Choose a topic from Part 2A:

114. Merit

1. Merit, taken objectively, is something earned,something owed to a person. Taken subjectively, merit is the rightof a person to his earnings, to what is owed him. Now, man cannotby his own nature set up a right towards God, and demandby the law of justice that he be paid for anything he has done. YetGod has been pleased to allow man what creatural nature cannotachieve of itself. God has provided that man can have merit, andcan establish a just claim for supernatural reward. The basis ofthis blessed situation lies in the fact that human free will,although moved by unmerited grace, actually does cooperate withGod's will in accepting and using grace.

2. Eternal life (that is, the enjoyment of the beatificvision forever in heaven) is something beyond the power of anycreated nature to achieve unaided. Even in his primal state ofinnocence, man could not merit eternal life by his natural powers.For meriting eternal life, supernatural grace is absolutelynecessary.

3. There are two types of merit, condign meritand congruous merit. Condign merit is the right in strictjustice to a reward. Congruous merit is not so much a right as aclaim; it rests upon what is suitable or fitting in a situation; itis a kind of deserving rather than an earning. Now, in so far as aman's meritorious work is human, although performed in and bygrace, it can merit only congruously. But in so far as themeritorious work is God's work in man, it can merit condignly,and thus establish a right to eternal life. By his grace, God makesus participators in the divine nature; he makes us his adoptedchildren; he makes us "sons of God." And St. Paul says(Rom. 7:17): "If sons, heirs also." And thus we can meritour inheritance as God's children; we can merit eternallife.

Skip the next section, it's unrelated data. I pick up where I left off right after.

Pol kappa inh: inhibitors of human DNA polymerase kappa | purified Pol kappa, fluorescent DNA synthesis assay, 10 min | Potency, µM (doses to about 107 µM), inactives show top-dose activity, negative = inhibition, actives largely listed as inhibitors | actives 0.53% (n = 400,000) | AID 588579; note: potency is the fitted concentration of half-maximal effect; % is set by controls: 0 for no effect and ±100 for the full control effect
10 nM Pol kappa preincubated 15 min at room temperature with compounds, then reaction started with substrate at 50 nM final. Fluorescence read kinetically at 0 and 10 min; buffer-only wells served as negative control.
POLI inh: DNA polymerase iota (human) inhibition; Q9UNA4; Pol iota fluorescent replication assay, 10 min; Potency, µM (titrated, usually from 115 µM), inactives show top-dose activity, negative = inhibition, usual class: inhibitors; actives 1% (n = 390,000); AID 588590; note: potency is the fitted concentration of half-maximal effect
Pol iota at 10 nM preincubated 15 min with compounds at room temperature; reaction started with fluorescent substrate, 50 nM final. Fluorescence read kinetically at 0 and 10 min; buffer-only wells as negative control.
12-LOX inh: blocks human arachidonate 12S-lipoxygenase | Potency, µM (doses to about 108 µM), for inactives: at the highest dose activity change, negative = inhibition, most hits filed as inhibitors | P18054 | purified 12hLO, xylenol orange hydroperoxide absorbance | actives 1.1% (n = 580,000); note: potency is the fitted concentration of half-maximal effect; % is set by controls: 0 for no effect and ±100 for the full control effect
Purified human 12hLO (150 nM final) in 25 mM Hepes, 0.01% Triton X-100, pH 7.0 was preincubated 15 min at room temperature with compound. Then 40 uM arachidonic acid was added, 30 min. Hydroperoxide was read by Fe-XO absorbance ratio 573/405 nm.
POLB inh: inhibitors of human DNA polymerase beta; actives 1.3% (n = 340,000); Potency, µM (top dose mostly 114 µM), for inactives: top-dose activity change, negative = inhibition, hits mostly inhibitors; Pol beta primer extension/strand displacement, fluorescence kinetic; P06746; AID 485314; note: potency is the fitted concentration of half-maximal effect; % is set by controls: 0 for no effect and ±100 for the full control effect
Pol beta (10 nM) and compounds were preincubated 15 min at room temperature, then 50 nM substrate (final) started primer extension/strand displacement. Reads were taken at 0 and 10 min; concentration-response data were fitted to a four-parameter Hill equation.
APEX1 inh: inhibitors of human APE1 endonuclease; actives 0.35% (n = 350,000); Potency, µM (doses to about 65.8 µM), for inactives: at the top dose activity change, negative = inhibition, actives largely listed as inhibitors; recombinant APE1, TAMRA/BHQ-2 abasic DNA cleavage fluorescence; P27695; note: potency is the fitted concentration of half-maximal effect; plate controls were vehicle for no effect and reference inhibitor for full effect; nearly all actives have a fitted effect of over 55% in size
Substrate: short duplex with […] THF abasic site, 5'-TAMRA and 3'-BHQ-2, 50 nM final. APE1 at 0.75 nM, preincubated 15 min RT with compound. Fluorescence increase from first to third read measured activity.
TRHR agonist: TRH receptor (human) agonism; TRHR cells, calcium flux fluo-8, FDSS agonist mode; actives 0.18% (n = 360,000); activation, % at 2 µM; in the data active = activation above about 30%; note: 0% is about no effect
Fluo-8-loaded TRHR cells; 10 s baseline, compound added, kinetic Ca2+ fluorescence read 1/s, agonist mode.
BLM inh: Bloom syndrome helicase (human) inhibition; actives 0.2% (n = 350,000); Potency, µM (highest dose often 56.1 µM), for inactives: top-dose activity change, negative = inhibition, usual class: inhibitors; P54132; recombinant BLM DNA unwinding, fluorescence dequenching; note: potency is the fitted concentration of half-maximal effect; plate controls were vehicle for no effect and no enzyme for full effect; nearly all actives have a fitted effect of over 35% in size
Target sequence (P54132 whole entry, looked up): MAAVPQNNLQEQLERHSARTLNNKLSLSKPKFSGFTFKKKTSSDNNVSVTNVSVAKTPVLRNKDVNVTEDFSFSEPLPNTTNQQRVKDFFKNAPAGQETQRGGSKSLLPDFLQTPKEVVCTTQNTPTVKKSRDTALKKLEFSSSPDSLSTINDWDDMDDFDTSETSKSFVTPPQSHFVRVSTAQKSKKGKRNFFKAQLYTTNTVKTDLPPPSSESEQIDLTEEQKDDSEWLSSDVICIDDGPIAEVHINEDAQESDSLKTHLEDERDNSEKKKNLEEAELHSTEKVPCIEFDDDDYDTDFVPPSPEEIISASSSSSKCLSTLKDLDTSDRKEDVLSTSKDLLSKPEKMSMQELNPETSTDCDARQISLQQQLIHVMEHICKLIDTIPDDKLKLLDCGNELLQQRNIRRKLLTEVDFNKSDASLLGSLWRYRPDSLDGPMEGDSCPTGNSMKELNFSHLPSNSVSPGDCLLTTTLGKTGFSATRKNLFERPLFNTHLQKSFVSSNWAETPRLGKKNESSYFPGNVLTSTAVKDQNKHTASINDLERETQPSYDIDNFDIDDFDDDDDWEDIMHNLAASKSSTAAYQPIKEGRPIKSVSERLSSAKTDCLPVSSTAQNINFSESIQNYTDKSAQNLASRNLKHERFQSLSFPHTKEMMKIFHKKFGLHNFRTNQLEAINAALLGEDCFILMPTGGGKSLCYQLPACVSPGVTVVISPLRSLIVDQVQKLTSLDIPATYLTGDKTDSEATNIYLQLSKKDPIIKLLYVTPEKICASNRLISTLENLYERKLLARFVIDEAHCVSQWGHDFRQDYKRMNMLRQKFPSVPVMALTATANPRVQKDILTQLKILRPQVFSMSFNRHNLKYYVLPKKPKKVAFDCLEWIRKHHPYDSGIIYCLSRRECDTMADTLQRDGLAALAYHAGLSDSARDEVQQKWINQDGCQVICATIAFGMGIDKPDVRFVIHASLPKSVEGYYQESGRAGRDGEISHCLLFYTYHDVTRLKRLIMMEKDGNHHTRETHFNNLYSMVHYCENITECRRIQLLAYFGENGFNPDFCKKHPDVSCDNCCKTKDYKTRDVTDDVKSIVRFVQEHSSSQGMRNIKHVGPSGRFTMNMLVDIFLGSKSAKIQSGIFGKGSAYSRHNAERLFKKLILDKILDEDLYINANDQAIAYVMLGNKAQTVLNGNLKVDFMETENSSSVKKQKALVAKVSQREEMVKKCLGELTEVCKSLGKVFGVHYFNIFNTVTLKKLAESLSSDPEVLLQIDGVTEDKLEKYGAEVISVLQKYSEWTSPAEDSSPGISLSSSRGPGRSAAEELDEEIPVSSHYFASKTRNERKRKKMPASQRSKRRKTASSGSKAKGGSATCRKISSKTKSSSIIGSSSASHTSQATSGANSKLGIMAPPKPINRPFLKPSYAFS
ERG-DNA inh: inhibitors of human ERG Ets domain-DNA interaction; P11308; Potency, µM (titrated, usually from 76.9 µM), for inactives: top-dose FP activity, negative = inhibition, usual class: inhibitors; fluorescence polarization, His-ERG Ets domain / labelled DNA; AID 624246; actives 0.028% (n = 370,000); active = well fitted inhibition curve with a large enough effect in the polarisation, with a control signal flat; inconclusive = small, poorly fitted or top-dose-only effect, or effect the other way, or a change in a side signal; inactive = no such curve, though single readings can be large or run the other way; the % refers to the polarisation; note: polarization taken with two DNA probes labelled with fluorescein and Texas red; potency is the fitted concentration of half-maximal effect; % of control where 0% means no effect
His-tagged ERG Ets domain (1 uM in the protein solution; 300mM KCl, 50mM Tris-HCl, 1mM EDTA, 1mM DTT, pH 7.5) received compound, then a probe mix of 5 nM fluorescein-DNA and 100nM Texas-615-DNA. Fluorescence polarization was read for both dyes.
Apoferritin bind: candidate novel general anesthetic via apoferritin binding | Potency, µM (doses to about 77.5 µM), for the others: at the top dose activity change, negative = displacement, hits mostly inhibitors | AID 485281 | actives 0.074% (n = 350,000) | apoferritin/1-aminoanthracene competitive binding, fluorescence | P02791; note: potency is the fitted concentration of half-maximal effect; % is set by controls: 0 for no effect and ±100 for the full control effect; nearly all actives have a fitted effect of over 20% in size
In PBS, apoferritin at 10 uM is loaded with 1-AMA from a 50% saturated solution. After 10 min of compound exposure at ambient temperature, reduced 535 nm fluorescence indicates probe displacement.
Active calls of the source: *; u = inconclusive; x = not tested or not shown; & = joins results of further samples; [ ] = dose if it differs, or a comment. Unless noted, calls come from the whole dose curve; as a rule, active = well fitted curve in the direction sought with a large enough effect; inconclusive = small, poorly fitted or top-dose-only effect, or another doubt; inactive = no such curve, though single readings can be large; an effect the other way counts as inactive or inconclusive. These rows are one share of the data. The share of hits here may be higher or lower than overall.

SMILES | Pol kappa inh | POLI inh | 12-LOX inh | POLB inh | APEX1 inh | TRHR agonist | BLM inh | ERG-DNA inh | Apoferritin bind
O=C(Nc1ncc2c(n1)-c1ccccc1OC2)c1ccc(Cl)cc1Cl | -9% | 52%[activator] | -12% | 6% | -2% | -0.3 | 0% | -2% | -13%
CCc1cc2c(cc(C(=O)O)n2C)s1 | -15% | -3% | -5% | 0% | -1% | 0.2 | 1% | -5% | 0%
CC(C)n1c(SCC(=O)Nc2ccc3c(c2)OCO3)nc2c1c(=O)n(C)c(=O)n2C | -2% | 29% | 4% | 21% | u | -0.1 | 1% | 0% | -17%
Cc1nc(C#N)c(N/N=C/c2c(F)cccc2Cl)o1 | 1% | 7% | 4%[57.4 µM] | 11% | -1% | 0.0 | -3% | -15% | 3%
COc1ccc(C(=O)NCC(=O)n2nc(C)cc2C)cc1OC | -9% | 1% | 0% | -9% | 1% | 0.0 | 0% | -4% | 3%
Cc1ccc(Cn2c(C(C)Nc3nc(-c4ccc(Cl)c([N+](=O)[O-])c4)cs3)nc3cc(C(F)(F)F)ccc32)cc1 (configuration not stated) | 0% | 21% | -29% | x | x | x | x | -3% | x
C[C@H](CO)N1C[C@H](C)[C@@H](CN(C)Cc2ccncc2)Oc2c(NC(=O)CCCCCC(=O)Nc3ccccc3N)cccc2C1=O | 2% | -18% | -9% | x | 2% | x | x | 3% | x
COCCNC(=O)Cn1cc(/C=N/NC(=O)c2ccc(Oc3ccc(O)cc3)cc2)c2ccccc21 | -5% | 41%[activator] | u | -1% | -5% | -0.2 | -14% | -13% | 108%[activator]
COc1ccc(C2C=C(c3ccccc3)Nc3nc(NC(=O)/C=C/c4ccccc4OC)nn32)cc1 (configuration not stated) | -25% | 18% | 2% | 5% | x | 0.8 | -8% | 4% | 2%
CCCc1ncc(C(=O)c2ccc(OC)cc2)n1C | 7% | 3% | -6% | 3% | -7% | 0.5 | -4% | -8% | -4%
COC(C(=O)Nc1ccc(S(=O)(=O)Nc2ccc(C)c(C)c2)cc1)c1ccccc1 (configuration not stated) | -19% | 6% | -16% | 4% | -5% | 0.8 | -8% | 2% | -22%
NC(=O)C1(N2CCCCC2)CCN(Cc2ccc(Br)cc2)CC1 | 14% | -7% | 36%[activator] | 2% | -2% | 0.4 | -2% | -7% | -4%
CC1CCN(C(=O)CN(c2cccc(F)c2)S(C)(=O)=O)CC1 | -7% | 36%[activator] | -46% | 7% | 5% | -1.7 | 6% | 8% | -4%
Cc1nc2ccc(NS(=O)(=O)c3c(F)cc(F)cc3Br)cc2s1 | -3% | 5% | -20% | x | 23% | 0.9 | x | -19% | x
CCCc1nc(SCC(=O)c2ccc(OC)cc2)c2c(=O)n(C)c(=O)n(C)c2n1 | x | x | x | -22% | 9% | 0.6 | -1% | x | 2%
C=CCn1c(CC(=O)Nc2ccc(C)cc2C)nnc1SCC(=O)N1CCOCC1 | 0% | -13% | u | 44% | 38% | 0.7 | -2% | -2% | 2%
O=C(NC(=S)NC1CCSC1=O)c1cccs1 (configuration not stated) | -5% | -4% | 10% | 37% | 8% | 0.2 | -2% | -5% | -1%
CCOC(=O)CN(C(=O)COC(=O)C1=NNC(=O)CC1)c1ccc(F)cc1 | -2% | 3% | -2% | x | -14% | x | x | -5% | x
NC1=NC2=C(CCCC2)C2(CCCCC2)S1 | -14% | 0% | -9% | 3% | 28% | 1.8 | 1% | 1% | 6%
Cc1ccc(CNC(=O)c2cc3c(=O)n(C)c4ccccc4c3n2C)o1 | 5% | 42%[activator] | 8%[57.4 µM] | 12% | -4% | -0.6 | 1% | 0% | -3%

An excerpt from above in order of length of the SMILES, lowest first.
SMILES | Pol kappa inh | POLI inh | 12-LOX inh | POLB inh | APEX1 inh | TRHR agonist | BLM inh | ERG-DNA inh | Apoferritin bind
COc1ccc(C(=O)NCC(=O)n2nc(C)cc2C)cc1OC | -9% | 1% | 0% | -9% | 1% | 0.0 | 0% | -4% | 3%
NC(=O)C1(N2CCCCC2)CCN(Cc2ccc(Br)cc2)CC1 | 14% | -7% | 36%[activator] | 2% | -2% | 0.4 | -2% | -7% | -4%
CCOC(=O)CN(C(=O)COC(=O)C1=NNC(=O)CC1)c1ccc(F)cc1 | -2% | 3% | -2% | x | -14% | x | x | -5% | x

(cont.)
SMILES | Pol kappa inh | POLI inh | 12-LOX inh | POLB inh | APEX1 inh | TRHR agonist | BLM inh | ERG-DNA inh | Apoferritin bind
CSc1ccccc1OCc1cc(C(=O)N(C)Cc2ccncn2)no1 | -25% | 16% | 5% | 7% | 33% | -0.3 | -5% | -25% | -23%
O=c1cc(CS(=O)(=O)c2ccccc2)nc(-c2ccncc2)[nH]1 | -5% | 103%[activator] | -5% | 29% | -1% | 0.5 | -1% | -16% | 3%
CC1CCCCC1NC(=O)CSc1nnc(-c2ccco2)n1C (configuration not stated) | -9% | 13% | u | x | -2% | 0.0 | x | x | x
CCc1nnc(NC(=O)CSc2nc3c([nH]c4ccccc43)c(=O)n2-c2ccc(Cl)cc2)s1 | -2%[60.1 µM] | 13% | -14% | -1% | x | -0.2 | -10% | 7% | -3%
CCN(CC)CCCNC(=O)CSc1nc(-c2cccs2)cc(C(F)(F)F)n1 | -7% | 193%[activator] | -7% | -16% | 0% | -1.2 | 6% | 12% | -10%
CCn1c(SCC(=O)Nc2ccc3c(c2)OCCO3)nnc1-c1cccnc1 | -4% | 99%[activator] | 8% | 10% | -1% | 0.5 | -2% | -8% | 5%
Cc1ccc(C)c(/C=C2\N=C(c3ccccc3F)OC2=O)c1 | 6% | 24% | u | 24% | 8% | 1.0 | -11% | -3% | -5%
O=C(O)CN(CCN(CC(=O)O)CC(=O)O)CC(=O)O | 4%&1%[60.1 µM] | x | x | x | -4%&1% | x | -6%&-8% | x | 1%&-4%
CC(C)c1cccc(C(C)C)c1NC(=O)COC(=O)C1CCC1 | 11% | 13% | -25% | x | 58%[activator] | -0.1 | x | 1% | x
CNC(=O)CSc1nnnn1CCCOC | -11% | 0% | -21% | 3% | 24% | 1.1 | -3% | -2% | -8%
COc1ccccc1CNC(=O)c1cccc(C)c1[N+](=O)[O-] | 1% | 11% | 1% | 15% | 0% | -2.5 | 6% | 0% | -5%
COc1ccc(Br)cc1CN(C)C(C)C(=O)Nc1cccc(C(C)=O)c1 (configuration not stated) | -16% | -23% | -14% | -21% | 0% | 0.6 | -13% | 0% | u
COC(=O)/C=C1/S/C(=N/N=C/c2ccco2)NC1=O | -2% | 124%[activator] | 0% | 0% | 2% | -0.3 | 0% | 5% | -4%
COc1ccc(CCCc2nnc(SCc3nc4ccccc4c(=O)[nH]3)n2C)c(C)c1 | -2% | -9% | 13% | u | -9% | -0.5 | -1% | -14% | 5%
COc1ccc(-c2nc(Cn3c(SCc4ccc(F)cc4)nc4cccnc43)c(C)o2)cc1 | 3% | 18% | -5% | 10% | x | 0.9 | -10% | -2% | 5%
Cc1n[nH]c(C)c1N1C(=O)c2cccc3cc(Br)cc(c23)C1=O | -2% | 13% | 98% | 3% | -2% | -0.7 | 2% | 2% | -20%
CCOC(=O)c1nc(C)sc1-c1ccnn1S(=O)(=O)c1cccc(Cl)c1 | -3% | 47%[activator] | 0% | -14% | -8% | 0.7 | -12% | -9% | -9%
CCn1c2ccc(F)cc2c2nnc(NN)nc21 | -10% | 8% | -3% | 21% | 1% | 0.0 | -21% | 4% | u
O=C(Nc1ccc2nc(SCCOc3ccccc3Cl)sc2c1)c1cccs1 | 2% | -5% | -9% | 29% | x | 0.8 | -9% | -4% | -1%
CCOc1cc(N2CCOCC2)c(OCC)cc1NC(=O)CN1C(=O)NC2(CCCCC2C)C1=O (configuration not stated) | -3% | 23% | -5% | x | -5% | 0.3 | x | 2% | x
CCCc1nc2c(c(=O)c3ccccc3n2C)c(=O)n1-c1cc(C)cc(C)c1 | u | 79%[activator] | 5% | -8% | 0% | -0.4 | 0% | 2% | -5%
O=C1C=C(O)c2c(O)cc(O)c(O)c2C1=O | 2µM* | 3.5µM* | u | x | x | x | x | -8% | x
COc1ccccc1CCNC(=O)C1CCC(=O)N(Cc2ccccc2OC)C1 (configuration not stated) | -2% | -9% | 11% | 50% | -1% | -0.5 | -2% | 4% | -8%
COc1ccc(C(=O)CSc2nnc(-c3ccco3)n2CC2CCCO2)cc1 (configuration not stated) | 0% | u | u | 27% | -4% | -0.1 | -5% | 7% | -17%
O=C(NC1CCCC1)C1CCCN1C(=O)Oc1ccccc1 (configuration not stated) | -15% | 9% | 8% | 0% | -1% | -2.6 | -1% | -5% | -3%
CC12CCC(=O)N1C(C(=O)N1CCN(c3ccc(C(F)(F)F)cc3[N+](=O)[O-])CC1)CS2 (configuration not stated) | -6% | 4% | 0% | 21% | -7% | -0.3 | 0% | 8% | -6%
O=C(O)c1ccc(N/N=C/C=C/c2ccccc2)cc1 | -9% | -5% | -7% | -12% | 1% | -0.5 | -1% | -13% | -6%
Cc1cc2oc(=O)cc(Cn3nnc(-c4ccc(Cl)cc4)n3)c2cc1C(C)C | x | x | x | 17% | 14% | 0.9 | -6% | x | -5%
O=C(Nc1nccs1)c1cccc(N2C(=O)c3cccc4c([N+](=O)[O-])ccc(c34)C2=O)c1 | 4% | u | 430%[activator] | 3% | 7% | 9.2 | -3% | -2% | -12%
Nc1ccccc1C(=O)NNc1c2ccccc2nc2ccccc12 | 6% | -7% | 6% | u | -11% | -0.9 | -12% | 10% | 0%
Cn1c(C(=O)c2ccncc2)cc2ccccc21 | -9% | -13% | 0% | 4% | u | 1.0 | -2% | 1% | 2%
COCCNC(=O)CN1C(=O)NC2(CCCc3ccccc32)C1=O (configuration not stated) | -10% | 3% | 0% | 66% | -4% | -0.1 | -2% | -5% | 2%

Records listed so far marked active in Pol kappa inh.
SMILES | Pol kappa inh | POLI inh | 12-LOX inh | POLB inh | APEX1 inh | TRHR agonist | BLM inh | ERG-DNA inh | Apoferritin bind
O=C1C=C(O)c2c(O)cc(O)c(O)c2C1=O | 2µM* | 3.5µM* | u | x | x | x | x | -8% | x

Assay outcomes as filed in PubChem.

4. The meriting of eternal life by grace comes first bycharity; and under charity, by the other virtues.

5. Man cannot merit the first grace which justifies him. For tohave merit, man must have grace; merit is the fruit of grace. Hencethe first grace, the grace which removes the guilt of sinand establishes the soul in the state of grace, is imparted to thesoul by God, with no right or claim on man's part to demand ordeserve it.

6. No one but Christ can condignly merit the first gracefor another. But a man in the state of grace, praying and offeringgood works for the justification of another person, may set up aclaim for God's mercy towards that person. Thus one may meritcongruously, but never condignly, the first gracefor another.

7. A man who sins mortally cuts himself off from God andfrom all claims on God. He cannot merit his own restoration tograce, either condignly or congruously. Nor can a man in the stateof grace merit his own restoration in case he should commit mortalsin at some future time. For mortal sin, if it comes, will destroyall existing merits.

8. But a man in grace can, by using present grace,condignly merit further grace; that is, a man in grace cancondignly merit increase in grace.

9. The special grace of final perseverance cannot bemerited. It is the free gift of God to those who will receiveit.

10. Man cannot merit temporal goods except in so far asthese are needed for virtuous works that lead to heaven.

"Every man naturally desires knowledge; but what good is knowledge without fear of God? Indeed a humble rustic who serves God is better than a proud intellectual who neglects his soul to study the course of the stars."
Thomas á Kempis

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"A man should keep himself down, and not busy himself in mirabilibus super se."
St Philip Neri

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"God gives us some things, as the beginning of faith, even when we do not pray. Other things, such as perseverance, he has only provided for those who pray."
St Augustine

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